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France on high alert as officials warn of possible terrorist attacks

A French soldier patrols at the Eiffel Tower in Paris. President Nicolas Sarkozy's government has gone out of its way in recent days to warn repeatedly that terrorists may be planning a new attack in France.
A French soldier patrols at the Eiffel Tower in Paris. President Nicolas Sarkozy's government has gone out of its way in recent days to warn repeatedly that terrorists may be planning a new attack in France. (Francois Mori)

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By Edward Cody
Washington Post Staff Writer
Tuesday, September 28, 2010; 2:06 AM

PARIS-

When an unclaimed package was spotted in a busy Paris subway station Monday, police immediately diverted trains, ordered thousands of frustrated travelers into the street and dispatched a bomb squad to test for explosives.

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Within half an hour, the armor-suited specialists had determined there was no bomb. Train and subway passengers flooded back into the Saint Lazare station, rail lines re-opened and France's increasingly nervous anti-terrorism authorities breathed a sigh of relief.

The alert was short-lived but the message was clear: France has the jitters over the possibility of a terrorist attack. In a country where people sometimes make fun of precautions taken in the United States since Sept. 11, 2001, President Nicolas Sarkozy's government has gone out of its way in recent days to warn repeatedly that terrorists may be planning a new attack in France.

Tension has also risen because of the capture of five French people on Sept. 15, along with two African colleagues, at a remote French-operated uranium mine in the central African country of Niger. Their abduction was acknowledged by al-Qaeda in the Islamic Maghreb, a band of several hundred extremists who have pledged loyalty to Osama bin Laden and for the past decade have been marauding in the vast deserts of Niger, Mauritania, Mali and Algeria.

Bernard Squarcini, who heads the Central Directorate of Internal Intelligence, warned in two interviews that the threat within France was also particularly high- "All the blinkers are on red," he declared. The Interior Ministry said a foreign intelligence service had passed along a report that a woman had been overheard suggesting a suicide bombing was being prepared for Paris.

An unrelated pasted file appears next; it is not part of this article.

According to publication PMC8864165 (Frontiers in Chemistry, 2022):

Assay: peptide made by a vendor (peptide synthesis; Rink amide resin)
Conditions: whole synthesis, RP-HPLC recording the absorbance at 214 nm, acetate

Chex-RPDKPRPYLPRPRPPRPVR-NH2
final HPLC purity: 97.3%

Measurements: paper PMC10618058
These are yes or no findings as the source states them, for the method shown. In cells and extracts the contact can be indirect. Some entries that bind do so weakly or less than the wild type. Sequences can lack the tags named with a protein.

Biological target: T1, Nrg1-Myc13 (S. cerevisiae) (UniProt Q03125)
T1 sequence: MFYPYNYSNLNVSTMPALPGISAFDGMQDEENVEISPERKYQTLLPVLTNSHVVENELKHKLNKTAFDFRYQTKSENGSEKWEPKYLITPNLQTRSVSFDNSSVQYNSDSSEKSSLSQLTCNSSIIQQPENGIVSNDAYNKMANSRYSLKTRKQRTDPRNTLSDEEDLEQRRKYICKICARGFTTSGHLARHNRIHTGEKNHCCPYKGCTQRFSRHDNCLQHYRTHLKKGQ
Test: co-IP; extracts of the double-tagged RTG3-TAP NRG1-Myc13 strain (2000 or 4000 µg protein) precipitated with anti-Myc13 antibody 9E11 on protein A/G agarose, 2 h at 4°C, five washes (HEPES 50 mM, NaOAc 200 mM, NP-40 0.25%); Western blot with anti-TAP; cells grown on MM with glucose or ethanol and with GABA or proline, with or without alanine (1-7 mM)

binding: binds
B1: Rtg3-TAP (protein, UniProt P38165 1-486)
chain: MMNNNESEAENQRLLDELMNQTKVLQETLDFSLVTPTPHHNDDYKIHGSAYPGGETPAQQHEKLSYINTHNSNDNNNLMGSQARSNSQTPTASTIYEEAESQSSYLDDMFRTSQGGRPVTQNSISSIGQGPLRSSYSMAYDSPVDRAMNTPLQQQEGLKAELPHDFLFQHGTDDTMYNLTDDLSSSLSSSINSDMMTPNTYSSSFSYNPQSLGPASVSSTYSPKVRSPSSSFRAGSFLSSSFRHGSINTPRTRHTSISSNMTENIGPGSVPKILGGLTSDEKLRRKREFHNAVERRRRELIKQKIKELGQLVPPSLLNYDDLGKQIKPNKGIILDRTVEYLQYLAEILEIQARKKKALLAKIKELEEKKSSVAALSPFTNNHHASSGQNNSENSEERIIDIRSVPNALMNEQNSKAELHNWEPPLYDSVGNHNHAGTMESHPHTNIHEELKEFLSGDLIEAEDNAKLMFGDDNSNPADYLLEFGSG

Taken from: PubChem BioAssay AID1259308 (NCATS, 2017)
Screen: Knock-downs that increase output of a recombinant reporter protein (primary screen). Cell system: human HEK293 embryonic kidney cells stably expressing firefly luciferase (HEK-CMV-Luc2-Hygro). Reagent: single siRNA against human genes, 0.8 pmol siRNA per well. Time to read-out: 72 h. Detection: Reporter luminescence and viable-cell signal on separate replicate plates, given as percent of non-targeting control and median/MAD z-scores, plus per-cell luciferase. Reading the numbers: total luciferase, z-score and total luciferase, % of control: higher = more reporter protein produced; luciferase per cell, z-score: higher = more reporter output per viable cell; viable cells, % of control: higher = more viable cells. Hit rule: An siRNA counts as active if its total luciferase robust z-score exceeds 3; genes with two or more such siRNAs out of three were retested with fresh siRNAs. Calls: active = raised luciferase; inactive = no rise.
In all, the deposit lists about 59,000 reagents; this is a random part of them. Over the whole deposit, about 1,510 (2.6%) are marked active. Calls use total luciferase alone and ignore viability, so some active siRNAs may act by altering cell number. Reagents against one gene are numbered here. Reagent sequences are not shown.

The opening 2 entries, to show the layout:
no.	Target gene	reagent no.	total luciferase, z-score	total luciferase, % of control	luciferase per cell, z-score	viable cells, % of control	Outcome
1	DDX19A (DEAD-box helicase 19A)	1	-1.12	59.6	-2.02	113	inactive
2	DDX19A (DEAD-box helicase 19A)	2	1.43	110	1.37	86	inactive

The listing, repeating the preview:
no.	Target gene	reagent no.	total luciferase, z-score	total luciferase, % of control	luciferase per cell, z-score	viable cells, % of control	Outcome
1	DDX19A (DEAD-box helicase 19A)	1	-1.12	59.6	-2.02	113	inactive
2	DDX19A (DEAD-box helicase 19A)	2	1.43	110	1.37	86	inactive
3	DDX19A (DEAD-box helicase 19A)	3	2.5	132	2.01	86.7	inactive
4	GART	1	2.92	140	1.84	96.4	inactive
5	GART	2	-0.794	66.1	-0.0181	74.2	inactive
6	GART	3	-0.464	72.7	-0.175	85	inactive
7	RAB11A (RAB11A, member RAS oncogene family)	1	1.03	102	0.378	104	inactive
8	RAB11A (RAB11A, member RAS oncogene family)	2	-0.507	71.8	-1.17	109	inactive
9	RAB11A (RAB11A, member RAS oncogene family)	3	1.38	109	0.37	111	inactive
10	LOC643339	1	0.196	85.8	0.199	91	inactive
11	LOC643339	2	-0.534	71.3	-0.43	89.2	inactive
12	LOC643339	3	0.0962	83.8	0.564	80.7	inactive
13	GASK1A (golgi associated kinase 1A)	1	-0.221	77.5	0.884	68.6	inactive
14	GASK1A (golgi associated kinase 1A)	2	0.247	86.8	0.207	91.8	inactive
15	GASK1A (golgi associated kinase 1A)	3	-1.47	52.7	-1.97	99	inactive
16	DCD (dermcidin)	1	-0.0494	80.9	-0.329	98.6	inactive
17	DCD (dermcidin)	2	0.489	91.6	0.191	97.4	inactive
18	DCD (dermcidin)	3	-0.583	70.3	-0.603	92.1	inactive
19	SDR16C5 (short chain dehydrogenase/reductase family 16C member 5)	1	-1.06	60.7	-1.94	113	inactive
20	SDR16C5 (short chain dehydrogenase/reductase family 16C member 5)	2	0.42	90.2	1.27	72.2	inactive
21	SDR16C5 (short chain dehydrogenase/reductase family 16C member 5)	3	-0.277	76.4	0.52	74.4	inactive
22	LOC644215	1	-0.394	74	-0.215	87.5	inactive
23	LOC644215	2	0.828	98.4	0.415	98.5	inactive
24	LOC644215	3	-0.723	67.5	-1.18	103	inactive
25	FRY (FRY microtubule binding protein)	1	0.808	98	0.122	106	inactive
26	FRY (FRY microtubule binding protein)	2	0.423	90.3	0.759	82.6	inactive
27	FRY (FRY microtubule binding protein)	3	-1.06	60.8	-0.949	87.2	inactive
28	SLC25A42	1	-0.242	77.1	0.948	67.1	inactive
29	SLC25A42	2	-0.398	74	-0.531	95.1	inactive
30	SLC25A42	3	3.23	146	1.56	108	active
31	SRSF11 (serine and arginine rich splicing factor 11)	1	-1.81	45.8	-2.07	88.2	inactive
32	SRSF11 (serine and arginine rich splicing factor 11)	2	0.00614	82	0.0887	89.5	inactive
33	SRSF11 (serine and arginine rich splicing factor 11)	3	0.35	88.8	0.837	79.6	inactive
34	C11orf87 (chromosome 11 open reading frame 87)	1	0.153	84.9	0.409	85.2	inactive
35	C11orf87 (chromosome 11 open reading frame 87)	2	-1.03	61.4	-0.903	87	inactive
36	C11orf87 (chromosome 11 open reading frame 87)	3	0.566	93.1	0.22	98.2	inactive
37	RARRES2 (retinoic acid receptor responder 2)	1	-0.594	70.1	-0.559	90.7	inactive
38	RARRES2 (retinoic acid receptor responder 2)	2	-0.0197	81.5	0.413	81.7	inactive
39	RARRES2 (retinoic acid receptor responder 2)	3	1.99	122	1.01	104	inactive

Although officials later dismissed that report as unreliable, they maintained the high alert. Patrols by soldiers armed with automatic rifles were increased at airports, train stations and monuments such as the Eiffel Tower that receive daily streams of tourists. Military vehicles were seen driving around central Paris with Vigipirate - the name of France's anti-terrorism plan - painted boldly on the flanks, as if in an advertisement for the high state of readiness.

France last suffered a major terrorist attack in December 1996, when four people were killed and 170 wounded by a bomb that exploded in a commuter train station near the Luxembourg Gardens. But Squarcini said French anti-terrorism police uncover an average of two plots a year, including one recently on the directorate's suburban headquarters.

The source of the increased threat or the reason France would be a target were not revealed - and may not have been known. But under Sarkozy, France has drawn closer to the United States, increased the number of troops in Afghanistan and broadened their role to participate more actively in combat.

Moreover, since taking over in 2007, the French president has acquired a reputation as pro-Israel and had a law passed banning Muslim immigrants from wearing full-face Islamic veils in public.

More directly, France long has had extensive economic and political interests in central and northern Africa. It has encouraged and cooperated with governments seeking to rid the region of the al-Qaeda branch there. The group grew from Algeria's Islamic underground and is headed by an Algerian, Abdelmalek Droukal, but it now draws recruits from the entire region.

Defense Minister Herve Morin said Monday that the government has reason to believe the five French captives have been taken to Mali and are still alive. Paris is waiting to see a list of demands, he said, to begin negotiations with al-Qaeda in the Islamic Maghreb on conditions for their release.

"Of course I have hope, but this is obviously something complicated, difficult, uncertain, with on the other side a group of 450 to 500 men - that's about the number of al-Qaeda combatants in these immense zones - a group that is waging total war against the West," he said in a television interview.

A Malian military officer who has been involved in past negotiations with al-Qaeda told the French news agency Agence France-Presse that he saw the captives alive on Sunday in a remote corner of Mali. French officials said they believe the seven are being held somewhere near the Ifoghas hills, in northern Mali near the border with Algeria.

The unsettled zone, which Malian authorities acknowledge they do not control, has been identified as a redoubt of Abdelhamid Abu Zeid, also known as Abid Hammadou, who heads the local al-Qaeda squad that acknowledged capturing the French mining technicians.

Abu Zeid vowed to seek revenge in July after Sarkozy ordered French commandos to participate along with Mauritanian special forces in an attack on one of his Malian camps, in a failed attempt to liberate another French hostage, 78-year-old Michel Germaneau. The attacking soldiers killed six of Abu Zeid's combatants but did not find Germaneau, whose execution was announced several days later in an Internet posting by Abu Zeid's squad of al-Qaeda in the Islamic Maghreb.


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